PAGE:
Privacy groups urge FTC to probe Facebook’s deal to buy WhatsApp

Global messaging service WhatsApp says it will start sharing the phone numbers of its users with Facebook, its parent company.


SAN FRANCISCO -- The Electronic Privacy Information Center and the Center for Digital Democracy are urging the Federal Trade Commission to investigate Facebook’s $19 billion acquisition of mobile messaging service WhatsApp.

The privacy groups are asking government regulators to block the proposed acquisition until any privacy issues are resolved.

At issue: Whether Facebook will exploit reams of personal information of WhatsApp’s more than 450 million users to target advertising.


WhatsApp, a 55-person Mountain View, Calif., company has pledged to never run advertising on its service.

“WhatsApp built a user base based on its commitment not to collect user data for advertising revenue,” reads the complaint filed Thursday. “Acting in reliance on WhatsApp representations, Internet users provided detailed personal information to the company including private text to close friends. Facebook routinely makes use of user information for advertising purposes and has made clear that it intends to incorporate the data of WhatsApp users into the user profiling business model. The proposed acquisition will therefore violate WhatsApp users’ understanding of their exposure to online advertising and constitutes an unfair and deceptive trade practice, subject to investigation by the Federal Trade Commission.”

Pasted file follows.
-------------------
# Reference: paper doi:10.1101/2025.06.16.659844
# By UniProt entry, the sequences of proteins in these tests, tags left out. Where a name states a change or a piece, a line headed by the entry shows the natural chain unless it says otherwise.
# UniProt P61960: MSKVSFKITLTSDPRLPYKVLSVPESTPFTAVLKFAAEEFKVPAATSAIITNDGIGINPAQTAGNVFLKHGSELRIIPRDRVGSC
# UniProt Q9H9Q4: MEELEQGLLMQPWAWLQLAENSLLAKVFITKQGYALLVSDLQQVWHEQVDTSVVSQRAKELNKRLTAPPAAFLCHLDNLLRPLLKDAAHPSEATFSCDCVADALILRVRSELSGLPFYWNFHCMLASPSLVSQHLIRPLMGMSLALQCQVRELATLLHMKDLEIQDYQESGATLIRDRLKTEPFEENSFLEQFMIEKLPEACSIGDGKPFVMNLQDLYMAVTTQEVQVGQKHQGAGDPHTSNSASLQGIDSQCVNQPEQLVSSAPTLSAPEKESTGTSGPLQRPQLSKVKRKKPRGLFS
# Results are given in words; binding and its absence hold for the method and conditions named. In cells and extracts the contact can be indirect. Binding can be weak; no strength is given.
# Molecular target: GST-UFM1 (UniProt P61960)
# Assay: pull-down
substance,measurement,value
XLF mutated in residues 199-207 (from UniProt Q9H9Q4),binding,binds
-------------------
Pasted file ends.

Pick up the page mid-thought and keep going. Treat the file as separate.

The proposed deal has led to plenty of handwringing. It could also trigger privacy probes in Europe.

Jacob Kohnstamm, who leads a group of EU privacy officials known as the Article 29 Data Protection Working Party as well as the Dutch agency that was already investigating WhatsApp, told Bloomberg the main concern is the collection of data from users’ address books on their phones when they download the application. “It is tempting to use this data” for other purposes, he said.

The company’s “collection of data of people that aren’t using WhatsApp is extreme and is not compliant with Dutch and European law.”

Facebook, a frequent target of European privacy regulators, says WhatsApp will operate independently. WhatsApp has promised users “nothing” will change.

“We are absolutely not going to change plans around WhatsApp and the way it uses user data,” Facebook Chief Executive Mark Zuckerberg said last month. “They might use people and infrastructure to grow, but the vision is to keep the service exactly the same.”

A Facebook spokeswoman reiterated that point in an emailed statement.

“Facebook’s goal is to bring more connectivity and utility to the world by delivering core internet services efficiently and affordably – this partnership will help make that happen. As we have said repeatedly, WhatsApp will operate as a separate company and will honor its commitments to privacy and security,” she said.

Facebook is under a 20-year privacy settlement with the FTC that requires the giant social network to get permission from users before changing the way their personal information is released.


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